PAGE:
During space flights, the human body has to sustain enormous pressure: zero gravity, the heavy spacesuit, isolation from the usual “earthly” life, and emotional and mental stress. Nutrition is vital under such conditions. This is taken care of by the Russian scientists responsible for supporting astronauts in space and making them comfortable. A special, space diet is an important area.
There was a pile of questions at the dawn of manned space travel: What an astronaut’s meal should look like? Will digestion work in zero gravity? Yuri Gagarin’s space flight answered some of the questions. His diet consisted of two dishes: meat and chocolate. In the same 1961, Gherman Titov’s space flight involved a diet of three dishes: a soup was added to meat and chocolate. Moreover, there was compote.
However, when he returned to Earth, the astronaut said that he had felt so hungry it made him dizzy. Then the scientists focused on the nutritional value of the astronaut's diet and on special parameters of digestion.
Space food became tastier and more varying following 20 years of research. The astronaut's diet in the USSR included some 300 foods.
Today, space crew members have a standard 3-part diet: meat, side dishes, and vegetables. The menu is made prior to the flight, according to the astronauts’ preferences. Most of the food is canned products or freeze-dried foods. The latter are produced by using the technology also known as lyophilization. First, the food is cooked the usual way, then frozen, dried, and dehydrated using a special technology. A freeze-dried product is turned into normal food by adding water to it.
Space borscht recipe
First, borscht with rich broth is made the usual way. The resulting soup is then taken to the freeze-drying shop. Then the dish is put on a pan and into a special unit. The borscht is left to freeze in a special chamber at -30 to -50 degrees for 48 hours. After that, vacuum and heating are provided simultaneously – the drying process has started. The result is a pinkish-red powder, which will turn into borscht when hot water has been added to it. Enjoy!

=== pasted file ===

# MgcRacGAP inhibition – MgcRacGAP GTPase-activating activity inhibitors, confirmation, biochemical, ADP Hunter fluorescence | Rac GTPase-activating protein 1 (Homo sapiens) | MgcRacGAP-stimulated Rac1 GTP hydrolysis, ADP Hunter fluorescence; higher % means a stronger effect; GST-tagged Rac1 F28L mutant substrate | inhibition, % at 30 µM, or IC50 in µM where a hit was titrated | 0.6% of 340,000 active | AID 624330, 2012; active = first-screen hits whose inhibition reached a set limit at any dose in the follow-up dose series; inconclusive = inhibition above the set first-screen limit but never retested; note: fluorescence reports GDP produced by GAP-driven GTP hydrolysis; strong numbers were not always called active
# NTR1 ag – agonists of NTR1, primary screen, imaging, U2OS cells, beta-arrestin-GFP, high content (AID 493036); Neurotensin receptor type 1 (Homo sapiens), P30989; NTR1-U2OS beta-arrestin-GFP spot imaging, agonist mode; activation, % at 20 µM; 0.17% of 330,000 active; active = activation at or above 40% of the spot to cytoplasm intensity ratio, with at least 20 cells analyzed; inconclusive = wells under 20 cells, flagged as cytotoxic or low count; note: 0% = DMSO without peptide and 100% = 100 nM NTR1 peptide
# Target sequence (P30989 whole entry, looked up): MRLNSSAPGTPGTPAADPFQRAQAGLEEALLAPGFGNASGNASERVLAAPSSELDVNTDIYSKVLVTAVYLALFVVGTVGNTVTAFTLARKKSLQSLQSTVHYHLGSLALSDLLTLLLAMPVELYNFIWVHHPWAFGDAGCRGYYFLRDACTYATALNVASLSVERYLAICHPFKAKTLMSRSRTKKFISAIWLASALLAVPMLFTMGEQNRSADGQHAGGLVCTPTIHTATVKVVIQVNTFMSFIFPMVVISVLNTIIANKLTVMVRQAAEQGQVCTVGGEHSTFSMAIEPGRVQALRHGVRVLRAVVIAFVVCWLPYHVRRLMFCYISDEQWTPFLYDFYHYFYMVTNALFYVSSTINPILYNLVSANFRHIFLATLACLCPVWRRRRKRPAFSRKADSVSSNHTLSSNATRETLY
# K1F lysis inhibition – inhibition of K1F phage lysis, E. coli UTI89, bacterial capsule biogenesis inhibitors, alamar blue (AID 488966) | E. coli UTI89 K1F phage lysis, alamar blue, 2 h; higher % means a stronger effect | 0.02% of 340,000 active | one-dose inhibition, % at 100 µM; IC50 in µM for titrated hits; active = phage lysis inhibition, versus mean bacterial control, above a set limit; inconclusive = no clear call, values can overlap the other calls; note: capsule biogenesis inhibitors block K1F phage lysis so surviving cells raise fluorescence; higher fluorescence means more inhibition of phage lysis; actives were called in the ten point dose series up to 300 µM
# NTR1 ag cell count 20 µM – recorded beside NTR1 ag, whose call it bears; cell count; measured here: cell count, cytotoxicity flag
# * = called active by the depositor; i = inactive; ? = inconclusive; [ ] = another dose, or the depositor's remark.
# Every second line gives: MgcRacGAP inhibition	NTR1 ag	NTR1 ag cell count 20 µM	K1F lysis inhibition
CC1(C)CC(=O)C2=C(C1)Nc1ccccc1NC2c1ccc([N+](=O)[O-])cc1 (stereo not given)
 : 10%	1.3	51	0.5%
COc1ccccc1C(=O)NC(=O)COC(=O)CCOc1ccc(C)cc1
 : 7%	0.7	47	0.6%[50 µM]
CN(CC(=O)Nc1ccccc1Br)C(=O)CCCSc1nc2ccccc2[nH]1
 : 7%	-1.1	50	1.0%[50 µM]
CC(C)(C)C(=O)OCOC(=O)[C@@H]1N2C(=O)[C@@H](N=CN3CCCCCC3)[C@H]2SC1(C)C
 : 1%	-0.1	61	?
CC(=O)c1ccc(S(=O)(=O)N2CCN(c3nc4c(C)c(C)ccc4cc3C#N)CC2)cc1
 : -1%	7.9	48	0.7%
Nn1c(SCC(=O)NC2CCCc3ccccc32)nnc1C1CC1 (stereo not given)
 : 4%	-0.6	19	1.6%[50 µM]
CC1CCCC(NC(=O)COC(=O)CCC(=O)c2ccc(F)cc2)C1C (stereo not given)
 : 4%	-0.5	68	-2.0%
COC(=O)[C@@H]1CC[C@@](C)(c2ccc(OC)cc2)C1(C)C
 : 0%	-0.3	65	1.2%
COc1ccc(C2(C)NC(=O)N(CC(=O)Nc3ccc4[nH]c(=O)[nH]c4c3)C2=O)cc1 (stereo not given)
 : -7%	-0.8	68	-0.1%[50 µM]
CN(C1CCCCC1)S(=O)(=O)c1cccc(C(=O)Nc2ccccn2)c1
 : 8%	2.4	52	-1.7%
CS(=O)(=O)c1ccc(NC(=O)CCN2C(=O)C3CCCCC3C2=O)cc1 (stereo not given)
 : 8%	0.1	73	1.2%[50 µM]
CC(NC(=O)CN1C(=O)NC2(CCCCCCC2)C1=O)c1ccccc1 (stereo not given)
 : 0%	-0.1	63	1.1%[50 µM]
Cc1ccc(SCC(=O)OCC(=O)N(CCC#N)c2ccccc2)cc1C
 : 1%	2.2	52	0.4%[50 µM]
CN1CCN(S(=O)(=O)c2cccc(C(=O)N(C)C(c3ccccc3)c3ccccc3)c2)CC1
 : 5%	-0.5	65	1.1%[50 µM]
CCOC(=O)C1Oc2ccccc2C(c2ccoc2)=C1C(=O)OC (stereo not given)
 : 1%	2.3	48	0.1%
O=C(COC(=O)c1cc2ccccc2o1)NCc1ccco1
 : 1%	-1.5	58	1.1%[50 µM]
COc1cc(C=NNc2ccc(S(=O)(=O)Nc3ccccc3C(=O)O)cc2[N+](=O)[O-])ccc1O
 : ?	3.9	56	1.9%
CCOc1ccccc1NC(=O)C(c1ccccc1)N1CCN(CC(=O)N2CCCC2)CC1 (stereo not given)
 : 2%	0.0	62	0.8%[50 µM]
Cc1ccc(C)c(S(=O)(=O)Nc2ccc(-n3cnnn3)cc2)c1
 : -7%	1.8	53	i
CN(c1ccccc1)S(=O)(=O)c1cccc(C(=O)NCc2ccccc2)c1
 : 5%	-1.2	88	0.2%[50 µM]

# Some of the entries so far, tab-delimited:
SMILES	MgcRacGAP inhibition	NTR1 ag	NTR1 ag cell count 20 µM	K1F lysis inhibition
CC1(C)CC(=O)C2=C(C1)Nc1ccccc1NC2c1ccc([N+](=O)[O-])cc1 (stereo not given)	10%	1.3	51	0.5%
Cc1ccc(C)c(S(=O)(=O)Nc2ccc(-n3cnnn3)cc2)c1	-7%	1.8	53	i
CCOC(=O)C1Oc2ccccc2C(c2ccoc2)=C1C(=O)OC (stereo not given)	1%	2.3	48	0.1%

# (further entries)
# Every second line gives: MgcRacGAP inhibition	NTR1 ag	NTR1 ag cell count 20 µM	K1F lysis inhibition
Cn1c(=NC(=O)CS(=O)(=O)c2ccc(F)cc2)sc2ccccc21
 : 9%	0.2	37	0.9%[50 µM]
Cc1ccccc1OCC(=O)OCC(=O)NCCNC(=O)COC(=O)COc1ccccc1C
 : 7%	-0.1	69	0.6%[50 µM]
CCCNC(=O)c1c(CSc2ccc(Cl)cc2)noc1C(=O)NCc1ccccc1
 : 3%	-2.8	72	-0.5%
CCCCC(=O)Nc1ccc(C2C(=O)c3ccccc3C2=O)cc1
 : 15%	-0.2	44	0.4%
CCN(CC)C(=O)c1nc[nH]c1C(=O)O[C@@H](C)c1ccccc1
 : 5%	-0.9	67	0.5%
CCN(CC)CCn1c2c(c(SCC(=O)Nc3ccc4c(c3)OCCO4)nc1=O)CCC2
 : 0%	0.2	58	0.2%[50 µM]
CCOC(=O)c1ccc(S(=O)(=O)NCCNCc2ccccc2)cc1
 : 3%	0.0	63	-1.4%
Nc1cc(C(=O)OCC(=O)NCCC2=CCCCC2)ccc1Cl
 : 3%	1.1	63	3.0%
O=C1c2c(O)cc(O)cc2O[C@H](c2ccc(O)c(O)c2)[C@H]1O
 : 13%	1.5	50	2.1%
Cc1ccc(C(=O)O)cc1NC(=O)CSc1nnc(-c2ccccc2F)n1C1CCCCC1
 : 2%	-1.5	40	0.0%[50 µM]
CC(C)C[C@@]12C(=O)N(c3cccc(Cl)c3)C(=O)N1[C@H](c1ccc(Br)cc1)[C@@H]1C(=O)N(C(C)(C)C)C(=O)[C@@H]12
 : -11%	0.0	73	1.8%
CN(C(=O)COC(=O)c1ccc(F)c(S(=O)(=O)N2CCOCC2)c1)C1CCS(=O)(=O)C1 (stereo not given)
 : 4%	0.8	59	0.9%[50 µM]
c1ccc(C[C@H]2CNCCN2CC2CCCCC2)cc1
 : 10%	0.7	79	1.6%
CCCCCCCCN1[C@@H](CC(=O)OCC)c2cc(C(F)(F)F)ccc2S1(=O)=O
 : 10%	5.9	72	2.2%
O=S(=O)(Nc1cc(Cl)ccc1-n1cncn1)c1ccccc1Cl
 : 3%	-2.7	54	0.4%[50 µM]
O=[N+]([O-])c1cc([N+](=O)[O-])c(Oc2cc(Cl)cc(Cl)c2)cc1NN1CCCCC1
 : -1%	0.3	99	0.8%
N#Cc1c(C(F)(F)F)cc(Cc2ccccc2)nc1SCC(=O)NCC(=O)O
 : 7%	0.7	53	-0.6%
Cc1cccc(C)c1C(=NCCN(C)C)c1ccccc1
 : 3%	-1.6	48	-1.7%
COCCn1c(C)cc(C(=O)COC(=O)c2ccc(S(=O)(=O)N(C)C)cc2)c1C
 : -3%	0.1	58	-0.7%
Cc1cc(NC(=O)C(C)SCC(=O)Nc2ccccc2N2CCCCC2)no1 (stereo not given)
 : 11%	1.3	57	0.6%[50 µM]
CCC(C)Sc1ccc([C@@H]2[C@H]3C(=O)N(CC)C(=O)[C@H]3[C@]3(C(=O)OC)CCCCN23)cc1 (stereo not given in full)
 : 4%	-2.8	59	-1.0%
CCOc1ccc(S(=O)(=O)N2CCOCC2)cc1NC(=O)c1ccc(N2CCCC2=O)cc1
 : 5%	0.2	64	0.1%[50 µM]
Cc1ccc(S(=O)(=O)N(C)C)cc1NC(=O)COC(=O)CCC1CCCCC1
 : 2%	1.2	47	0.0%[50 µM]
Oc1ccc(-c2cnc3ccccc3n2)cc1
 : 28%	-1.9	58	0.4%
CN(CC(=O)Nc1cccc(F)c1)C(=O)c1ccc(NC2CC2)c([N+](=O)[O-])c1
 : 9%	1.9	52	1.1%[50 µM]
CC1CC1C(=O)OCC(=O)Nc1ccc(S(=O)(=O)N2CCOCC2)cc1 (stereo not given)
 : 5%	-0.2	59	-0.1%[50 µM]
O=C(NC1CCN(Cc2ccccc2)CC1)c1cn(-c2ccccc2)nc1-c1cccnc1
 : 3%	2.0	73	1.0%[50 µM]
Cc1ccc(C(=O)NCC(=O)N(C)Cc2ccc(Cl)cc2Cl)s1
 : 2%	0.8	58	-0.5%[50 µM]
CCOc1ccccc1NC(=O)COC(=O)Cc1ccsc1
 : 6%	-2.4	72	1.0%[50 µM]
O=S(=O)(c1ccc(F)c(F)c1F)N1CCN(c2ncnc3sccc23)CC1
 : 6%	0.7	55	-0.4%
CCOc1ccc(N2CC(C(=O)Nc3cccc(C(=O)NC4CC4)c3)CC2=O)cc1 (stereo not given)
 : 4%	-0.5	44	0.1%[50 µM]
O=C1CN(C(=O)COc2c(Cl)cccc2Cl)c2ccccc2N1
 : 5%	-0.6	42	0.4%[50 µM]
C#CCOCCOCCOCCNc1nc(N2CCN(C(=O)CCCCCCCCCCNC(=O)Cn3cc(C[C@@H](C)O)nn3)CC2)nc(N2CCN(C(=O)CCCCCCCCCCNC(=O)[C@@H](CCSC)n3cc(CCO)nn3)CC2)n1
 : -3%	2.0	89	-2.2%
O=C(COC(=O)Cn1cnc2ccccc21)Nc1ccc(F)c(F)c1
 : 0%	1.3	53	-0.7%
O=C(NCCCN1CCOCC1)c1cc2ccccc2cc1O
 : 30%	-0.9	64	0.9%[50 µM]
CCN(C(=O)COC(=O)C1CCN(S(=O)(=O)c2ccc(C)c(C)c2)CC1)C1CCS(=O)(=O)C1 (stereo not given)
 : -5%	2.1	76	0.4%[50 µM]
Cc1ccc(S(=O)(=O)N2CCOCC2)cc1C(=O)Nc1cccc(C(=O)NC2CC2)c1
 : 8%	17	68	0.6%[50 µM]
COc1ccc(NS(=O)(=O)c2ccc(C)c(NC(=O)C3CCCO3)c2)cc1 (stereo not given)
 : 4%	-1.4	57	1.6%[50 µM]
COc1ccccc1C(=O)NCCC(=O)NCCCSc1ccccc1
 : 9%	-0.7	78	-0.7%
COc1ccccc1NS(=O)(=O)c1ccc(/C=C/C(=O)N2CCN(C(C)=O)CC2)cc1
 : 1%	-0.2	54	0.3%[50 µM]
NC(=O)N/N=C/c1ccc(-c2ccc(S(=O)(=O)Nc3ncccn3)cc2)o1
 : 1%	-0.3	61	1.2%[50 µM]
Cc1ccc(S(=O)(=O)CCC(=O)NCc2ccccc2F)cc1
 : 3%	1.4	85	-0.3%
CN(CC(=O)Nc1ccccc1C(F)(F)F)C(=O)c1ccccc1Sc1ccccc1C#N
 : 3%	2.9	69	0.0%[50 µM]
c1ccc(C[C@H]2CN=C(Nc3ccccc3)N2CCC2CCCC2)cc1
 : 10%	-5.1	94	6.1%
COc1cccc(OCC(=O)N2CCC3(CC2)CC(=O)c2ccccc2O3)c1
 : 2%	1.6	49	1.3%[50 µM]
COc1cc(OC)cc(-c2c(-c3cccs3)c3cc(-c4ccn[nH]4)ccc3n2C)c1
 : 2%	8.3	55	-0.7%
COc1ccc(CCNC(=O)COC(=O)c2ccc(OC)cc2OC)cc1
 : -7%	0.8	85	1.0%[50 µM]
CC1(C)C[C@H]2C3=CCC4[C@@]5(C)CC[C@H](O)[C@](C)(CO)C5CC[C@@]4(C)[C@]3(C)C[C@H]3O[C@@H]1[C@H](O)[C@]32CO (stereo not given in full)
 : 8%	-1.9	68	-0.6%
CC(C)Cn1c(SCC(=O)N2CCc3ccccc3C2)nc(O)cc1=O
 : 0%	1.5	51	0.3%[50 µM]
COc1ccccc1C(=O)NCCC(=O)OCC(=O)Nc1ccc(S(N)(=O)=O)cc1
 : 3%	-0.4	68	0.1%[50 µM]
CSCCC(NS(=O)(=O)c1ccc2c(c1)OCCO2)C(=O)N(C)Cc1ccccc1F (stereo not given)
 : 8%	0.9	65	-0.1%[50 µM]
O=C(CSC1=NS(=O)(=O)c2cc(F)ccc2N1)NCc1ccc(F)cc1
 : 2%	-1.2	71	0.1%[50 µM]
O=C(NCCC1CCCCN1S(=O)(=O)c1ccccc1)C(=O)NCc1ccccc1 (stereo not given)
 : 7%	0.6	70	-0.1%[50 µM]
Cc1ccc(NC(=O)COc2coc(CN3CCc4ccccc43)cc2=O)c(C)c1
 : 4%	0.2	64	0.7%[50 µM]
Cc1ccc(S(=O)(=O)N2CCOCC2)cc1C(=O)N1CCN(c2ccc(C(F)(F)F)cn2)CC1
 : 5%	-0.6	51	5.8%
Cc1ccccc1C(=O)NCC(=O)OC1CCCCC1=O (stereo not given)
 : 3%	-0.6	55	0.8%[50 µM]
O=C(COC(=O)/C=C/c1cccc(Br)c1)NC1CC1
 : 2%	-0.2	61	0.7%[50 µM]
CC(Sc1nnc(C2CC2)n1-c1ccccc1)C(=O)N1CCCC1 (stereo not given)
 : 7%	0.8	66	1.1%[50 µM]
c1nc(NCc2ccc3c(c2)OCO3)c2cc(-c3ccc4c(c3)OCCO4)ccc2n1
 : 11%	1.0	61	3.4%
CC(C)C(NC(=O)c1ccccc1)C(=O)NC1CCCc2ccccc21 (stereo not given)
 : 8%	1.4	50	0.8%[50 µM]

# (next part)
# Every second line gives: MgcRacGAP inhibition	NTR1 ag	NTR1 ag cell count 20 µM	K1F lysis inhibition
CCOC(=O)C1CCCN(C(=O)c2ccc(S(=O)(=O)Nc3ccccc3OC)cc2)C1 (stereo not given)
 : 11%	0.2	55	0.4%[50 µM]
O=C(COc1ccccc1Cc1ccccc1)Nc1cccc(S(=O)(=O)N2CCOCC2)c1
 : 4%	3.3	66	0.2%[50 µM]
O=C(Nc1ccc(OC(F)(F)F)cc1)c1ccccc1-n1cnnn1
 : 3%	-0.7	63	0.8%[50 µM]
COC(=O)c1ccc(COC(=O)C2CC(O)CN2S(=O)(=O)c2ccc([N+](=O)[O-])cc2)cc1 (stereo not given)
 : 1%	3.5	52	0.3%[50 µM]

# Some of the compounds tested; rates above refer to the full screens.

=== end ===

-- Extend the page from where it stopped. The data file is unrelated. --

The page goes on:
The space menu does not have all foods, of course. If anything is missing, the astronaut’s family can send him all he needs. But not every product can be taken onboard. There is prior food testing. For instance, food is tested for temperature fluctuations and shelf life. Today, vacuum technology is used to package the food. However, back at the Soviet time, they used the ingenious invention of Soviet scientists – tube food.
Years of research produced space nutrition standards. For example, one astronaut is to consume 1.6 kg of food or 3,000 calories per day. The diet is planned for 16 days, and no dish appears twice on the menu during this period. Process engineers are still looking for new recipes, including in old cook books and among the traditional dishes of various peoples. Thus, new items are added every 2 or 3 years.
There are several types of food at the ISS now: natural, rehydratable, and temperature-stabilized foods.
Natural food is the food that does not require processing: crackers, flat cake, and muesli.
Rehydratable food is different in that it is totally devoid of water. They just pour hot water into the package before the meal. This gives the dish its familiar taste and smell. This food category includes: cottage cheese, shrimp cocktail, scrambled eggs, noodles, borscht, milk, burgers, pasta, etc. This method, of course, makes a normal portion several times lighter. A portion of spaghetti, for instance, weighs as little as 28 g. The ISS recovers about 80% of water consumed, i.e., sometimes, it is better for astronauts to just replenish their water reserve. Nevertheless, food deliveries for the crew are far from cheap: a portion of spaghetti costs US$1,800 and one liter of water – US$62,500.
Temperature-stabilized food. Such foods are first heated up to a high temperature in order destroy harmful microorganisms, and then put into jars or packages. This category includes beef with vegetables or pea soup.
Russian and American scientists created a common approach to meals and nutrition, so the principles and the structure remain the same for the astronauts of both countries. The current diet for the space crews at the ISS is half Russian and half American foods. The combination makes the menu sufficiently diverse and allows personal preferences to be satisfied in zero gravity conditions.
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